Does Cutting Philosophy Help A University’s Budget?


“More than a year after its faculty cuts, enrollment at Emporia State has fallen 12.5 percent even though enrollment at other public institutions in the state rose 2 percent.”

That’s David C.K. Curry, professor of philosophy at SUNY Potsdam (where the philosophy major program was eliminated last year), writing in the Chronicle of Higher Education. Emporia State is another university that recently cut its philosophy department and laid off faculty across the humanities (previously).

Professor Curry recounts the problems with how philosophy and other programs were cut at Potsdam, and discusses the trend of making such cuts at various colleges and universities.

A look at institutions that have cut philosophy programs does not provide evidence that doing so helps with undergraduate enrollment. While some real research on this would be welcome (APA?), I looked at five US schools that cut philosophy in 2022 or earlier—Baker University, Cabrini University, Carthage College, University of Nebraska-Kearney, and Western Oregon University—and at all of them, undergraduate enrollment is lower now than it was before they cut philosophy. (Of course, it is possible be that the enrollment declines, while continuing, have slowed—I didn’t check that.)

Combined with the relatively low costs typical of philosophy departments and the service teaching they tend to do, it seems unlikely that cutting philosophy programs does much to benefit college and university budgets.

And all of this is leaving aside other problems with these kinds of cuts. As Professor Curry notes, they play into the misconceptions that “the only justifiable purpose for higher education is to get people jobs” and that “one can’t get a good-paying job with a degree in philosophy, art history, French, sculpture, or dance.”

He says:

The liberal-arts model promotes education, not just for career but also for citizenship and life…  Common sense says that gutted public institutions are probably not particularly attractive to prospective students and their parents. But perhaps these cuts will have the financial benefits the administrators, consultants, and legislators are gambling on. Maybe once the immediate outrage calms down, enrollments will rebound. But at what cost will that possibility of success come?

You can read Professor Curry’s essay here (ungated version here).


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Jason Brennan
Jason Brennan
1 month ago

A first pass through this question would be to find the total revenue the philosophy classes generate (e.g., tuition dollars per credit hour x number of student credit hours enrolled – total cost of the philosophy department). Do we have that?

grymes
grymes
Reply to  Jason Brennan
1 month ago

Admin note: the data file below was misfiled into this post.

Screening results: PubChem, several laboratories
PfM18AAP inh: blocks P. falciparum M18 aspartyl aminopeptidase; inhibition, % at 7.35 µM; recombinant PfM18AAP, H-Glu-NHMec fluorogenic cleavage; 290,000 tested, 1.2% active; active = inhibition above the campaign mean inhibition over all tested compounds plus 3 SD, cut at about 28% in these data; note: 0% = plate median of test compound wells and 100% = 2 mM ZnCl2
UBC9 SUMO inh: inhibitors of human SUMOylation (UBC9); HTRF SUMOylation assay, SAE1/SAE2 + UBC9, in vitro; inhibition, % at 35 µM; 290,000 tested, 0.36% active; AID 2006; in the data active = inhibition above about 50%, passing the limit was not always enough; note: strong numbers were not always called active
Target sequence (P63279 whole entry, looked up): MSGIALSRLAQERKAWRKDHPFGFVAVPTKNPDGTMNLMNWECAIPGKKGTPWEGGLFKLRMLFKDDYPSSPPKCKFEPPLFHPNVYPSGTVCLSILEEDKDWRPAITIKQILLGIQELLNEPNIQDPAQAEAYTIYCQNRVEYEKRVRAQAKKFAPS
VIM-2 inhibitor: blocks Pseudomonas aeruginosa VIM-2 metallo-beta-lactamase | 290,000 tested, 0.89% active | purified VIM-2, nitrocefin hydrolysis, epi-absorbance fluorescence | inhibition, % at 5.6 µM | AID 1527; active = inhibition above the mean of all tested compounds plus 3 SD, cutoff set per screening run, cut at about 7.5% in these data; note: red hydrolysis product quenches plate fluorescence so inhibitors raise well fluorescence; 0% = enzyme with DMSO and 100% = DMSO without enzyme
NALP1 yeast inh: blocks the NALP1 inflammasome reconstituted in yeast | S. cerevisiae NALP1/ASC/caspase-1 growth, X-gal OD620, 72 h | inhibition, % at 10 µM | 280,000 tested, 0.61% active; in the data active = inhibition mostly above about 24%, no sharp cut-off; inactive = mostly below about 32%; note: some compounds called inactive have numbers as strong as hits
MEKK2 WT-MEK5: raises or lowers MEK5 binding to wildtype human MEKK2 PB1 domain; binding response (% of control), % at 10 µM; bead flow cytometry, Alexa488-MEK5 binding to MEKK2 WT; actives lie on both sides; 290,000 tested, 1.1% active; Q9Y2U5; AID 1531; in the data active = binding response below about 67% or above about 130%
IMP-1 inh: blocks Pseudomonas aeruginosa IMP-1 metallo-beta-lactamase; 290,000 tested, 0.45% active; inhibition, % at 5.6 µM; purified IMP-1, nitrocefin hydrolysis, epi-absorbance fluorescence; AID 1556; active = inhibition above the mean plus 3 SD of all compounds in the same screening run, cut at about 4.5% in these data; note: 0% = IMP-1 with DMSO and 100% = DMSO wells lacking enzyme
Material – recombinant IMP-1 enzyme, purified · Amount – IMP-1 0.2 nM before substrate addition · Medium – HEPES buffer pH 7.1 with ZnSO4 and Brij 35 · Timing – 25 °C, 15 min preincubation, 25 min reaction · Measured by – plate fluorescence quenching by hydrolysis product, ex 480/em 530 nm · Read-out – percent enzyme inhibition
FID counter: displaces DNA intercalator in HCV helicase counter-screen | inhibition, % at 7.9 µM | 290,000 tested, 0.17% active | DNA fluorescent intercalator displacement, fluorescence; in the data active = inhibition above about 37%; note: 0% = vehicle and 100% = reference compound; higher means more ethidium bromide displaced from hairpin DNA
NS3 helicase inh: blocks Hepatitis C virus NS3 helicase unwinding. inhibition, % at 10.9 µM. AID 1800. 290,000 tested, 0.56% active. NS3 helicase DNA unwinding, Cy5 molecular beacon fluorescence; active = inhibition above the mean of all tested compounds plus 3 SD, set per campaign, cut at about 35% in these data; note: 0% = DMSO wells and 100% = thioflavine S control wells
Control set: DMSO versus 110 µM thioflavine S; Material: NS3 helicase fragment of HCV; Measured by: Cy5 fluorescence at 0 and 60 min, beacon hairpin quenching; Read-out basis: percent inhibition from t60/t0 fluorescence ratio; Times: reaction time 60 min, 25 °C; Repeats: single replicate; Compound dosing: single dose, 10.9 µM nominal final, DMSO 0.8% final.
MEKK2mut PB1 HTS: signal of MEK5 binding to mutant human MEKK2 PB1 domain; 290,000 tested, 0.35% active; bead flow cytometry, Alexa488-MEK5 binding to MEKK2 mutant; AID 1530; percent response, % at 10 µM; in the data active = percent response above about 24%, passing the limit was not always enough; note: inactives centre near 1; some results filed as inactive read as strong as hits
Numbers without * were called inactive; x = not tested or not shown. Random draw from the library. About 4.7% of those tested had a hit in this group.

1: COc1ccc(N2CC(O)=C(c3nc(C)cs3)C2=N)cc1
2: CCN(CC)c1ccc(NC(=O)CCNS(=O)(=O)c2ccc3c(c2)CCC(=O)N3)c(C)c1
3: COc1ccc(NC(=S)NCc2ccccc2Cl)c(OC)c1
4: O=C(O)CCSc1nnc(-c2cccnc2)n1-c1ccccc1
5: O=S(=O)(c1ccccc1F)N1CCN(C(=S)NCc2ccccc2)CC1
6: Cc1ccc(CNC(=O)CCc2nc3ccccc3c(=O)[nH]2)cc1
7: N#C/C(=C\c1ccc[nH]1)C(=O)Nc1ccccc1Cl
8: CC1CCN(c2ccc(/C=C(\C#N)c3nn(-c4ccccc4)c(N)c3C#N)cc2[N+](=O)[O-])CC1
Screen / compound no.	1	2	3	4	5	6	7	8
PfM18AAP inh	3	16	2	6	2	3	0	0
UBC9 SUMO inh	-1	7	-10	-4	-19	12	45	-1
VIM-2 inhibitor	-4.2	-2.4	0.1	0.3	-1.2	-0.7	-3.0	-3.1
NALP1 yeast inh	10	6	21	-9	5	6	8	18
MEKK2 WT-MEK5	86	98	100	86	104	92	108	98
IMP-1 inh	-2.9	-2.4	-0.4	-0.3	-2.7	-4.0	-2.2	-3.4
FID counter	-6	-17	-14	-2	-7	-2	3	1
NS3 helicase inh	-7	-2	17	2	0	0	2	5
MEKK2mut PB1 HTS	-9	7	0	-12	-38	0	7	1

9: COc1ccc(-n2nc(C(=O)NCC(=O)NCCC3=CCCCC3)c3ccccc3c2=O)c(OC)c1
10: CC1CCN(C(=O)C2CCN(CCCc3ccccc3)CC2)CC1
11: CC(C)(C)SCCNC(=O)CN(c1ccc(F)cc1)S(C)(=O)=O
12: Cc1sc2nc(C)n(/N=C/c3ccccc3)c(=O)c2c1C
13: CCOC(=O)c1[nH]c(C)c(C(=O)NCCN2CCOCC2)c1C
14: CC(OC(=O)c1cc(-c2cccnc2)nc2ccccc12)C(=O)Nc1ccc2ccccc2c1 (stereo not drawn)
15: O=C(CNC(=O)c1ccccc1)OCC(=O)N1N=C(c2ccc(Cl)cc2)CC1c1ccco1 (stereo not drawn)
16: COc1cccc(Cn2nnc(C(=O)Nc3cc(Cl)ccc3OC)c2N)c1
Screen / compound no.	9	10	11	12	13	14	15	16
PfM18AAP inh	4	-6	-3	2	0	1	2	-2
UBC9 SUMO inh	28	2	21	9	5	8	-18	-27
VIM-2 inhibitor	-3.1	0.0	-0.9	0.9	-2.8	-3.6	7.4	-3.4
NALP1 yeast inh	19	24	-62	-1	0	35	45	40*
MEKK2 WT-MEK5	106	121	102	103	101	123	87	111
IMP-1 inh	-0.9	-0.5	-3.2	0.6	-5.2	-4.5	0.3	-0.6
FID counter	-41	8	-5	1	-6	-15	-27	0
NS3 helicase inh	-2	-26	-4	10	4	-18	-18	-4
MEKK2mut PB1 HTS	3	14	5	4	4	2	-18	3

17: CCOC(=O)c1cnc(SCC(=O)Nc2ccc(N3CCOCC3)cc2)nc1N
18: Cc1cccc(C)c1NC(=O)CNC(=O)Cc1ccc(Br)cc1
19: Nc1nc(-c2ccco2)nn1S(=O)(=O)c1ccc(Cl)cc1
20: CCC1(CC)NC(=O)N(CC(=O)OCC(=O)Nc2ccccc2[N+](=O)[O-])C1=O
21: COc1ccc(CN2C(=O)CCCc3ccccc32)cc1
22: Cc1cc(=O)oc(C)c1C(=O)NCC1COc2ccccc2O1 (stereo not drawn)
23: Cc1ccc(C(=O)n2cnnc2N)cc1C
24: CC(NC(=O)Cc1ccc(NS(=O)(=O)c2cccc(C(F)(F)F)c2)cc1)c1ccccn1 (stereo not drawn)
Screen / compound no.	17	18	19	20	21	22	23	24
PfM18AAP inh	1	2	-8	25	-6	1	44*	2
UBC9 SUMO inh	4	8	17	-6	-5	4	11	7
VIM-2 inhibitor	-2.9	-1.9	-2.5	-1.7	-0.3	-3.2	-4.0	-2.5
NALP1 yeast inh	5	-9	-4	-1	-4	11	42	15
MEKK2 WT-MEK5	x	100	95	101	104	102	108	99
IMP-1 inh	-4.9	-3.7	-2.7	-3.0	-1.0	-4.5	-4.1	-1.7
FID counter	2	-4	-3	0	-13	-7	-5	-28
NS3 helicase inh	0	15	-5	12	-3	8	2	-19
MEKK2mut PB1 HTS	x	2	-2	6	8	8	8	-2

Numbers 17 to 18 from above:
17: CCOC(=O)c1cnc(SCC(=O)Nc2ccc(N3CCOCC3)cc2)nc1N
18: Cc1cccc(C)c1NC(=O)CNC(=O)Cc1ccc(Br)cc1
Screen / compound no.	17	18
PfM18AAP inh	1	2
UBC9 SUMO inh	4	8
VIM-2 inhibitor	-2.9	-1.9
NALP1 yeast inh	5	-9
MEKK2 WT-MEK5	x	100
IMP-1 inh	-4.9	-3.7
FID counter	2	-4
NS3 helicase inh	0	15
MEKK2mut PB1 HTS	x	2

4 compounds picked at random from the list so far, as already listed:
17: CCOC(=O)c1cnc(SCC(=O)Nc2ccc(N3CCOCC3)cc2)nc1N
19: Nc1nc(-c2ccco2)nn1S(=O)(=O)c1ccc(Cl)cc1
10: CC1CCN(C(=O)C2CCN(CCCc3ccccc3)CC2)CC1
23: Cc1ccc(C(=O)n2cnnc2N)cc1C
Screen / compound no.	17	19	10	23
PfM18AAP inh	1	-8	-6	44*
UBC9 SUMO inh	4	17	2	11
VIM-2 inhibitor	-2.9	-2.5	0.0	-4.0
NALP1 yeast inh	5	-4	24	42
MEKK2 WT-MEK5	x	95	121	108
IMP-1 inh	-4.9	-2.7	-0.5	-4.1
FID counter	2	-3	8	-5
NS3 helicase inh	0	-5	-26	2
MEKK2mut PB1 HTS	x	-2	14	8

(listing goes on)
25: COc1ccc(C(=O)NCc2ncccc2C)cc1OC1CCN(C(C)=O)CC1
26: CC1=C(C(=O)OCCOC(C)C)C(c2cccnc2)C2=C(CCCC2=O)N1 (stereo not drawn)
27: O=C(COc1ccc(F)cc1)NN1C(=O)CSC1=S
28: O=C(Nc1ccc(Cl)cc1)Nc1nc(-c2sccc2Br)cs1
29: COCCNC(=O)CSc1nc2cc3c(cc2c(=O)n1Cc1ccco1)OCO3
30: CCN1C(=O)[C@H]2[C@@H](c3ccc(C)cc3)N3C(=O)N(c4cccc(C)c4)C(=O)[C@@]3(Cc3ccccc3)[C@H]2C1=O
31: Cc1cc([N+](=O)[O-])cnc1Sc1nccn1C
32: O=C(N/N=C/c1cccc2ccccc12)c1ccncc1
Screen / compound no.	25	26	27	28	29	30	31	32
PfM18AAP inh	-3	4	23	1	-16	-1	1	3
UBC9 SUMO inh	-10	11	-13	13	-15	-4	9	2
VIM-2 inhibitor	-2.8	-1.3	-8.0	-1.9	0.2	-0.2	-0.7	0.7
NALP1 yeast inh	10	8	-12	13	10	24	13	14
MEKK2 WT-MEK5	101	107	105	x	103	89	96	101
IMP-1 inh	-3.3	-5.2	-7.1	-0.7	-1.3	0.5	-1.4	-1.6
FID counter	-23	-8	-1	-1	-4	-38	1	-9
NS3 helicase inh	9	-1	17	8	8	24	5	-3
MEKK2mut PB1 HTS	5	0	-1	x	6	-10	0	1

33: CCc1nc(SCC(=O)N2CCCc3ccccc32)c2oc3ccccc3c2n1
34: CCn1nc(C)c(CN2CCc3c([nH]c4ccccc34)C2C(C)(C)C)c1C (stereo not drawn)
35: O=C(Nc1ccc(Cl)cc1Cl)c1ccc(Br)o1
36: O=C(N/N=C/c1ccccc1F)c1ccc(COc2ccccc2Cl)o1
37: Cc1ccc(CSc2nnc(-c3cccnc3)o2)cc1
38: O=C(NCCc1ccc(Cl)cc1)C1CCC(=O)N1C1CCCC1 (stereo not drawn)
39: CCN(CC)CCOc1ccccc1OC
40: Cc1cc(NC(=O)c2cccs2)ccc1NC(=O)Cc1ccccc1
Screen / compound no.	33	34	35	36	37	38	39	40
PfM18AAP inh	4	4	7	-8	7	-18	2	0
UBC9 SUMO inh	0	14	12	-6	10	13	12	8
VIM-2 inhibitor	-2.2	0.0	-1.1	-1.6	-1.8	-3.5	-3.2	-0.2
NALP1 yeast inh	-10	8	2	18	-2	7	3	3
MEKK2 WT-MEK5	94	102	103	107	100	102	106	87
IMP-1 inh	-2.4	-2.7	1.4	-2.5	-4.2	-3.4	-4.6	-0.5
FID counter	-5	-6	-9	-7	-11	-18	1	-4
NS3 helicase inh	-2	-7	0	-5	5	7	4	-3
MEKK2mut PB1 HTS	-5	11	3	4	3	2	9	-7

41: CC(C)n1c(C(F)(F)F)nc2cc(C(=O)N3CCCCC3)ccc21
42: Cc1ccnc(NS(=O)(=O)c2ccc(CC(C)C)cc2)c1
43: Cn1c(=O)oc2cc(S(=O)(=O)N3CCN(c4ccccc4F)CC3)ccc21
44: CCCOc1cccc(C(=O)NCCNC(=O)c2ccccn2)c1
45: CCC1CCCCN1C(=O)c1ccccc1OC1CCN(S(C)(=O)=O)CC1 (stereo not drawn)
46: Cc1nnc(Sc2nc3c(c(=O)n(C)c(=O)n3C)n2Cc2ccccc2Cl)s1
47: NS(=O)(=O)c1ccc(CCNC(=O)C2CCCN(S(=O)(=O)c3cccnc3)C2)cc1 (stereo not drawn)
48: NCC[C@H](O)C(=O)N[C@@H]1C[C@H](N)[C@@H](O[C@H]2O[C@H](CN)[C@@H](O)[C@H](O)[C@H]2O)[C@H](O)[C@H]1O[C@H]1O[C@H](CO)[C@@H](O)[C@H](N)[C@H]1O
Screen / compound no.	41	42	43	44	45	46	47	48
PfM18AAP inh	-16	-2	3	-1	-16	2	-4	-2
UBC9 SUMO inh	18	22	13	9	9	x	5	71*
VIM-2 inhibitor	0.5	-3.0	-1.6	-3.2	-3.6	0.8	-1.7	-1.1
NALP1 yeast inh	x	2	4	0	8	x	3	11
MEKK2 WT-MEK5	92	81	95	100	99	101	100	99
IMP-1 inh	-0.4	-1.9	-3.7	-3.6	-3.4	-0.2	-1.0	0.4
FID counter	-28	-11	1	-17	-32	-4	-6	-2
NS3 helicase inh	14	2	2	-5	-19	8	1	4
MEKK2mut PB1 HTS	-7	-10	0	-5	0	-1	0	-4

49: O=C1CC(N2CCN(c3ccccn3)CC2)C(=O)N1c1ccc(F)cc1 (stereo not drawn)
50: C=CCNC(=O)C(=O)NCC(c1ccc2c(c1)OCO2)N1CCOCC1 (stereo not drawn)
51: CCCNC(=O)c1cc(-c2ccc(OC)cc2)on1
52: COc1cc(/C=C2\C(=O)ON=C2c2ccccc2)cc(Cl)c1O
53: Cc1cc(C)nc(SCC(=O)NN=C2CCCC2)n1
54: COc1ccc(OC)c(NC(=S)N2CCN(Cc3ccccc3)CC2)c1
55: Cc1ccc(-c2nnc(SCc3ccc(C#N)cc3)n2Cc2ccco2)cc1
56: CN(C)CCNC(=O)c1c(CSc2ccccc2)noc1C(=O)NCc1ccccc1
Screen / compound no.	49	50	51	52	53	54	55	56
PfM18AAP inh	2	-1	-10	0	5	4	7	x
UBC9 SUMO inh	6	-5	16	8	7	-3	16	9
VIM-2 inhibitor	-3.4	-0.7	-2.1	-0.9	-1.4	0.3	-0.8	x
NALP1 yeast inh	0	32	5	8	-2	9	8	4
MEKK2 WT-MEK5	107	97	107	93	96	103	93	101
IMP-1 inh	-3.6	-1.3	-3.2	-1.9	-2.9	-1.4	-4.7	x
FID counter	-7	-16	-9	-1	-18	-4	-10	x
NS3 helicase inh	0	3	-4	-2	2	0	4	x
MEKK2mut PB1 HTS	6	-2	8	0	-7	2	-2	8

We have that for WVU (in a horribly formatted form) –https://provost.wvu.edu/files/d/bf3ef02f-e90a-4e43-a316-d295fa489067/academic-transformation-public-data-table_july-17-2023-100.pdf — where it was revealed via the method you propose that philosophy makes between 1 and 2 million dollars in net revenue annually. I suspect that philosophy makes a similar profit at many other universities, though I don’t know of other cases where the relevant data has been made public.

David Curry
Reply to  Jason Brennan
1 month ago

At Potsdam we have been asking for such data, and comparisons with other programs, for two years now. As grymes, notes, WVU did, at least, release their metrics (highly questionable in some cases) and a cost-benefit analysis.

MPA
MPA
1 month ago

“Combined with the relatively low costs typical of philosophy departments and the service teaching they tend to do, it seems unlikely that cutting philosophy programs does much to benefit college and university budgets.”

I think that in the past Philosophy departments were able to say things like “we’re so cheap, and we teach gen eds” that we “pay for ourselves.” Such days are past.

I encourage everyone to read David Curry’s essay carefully. The consulting group (rpk Group) mentioned in the article advocates not for the “cost-paying” model of old for deciding which departments to keep, but instead provides ammo for administrators to cut departments because they are not the best return on investment. Staisloff (the founding of rpk) calls this the ROI model.

Here’s an example of this: https://rpkgroup.com/do-less-better/

The relevant description: “This is where using a return-on-investment lens comes in. That lens is about more than just cost (though understanding cost is an important component). Rather, ROI asks “What do we get for the people, time and money we use?

The ROI model, which will come to every university sooner or later, does the following: rather than thinking about which departments cost more, we should think about how much “return” we get on them. The greater return, the better. Put more money into greater returns. So, if the philosophy department is cheap but results in fewer new to university students, we should cut them. Then we can take that money and put it into hiring faculty for the “shiny new program that will result in tons of jobs” area (that makes the university “unique” and draws in new students from our competitors). What about gen eds, you say? At many universities, the shiny new programs are creating their own. So “ethics of blank” is now taught at shiny new department, or new school, or college, or whatever.

At different universities, there will be different buzz words that are used to describe this shift in thinking about financing higher ed. Some will say this is “strategic”. Others will say we are “building our signature strengths.” Or we are following “market/student demand.” In short, academic departments (and their faculty) = making an investment purchase no different from buying a piece of rental property.

This ROI move enabled SUNY Potsdam (and will like enable Fredonia, decisions pending as I understand it) to “retrench” (= break tenure and fire) faculty. This is in NYS, a blue (or at least pretty purple) state where SUNY faculty are represented by a massive union. It looks like the union can do nothing about it.

This is not about “being cheap” any longer.

MPA
MPA
Reply to  MPA
1 month ago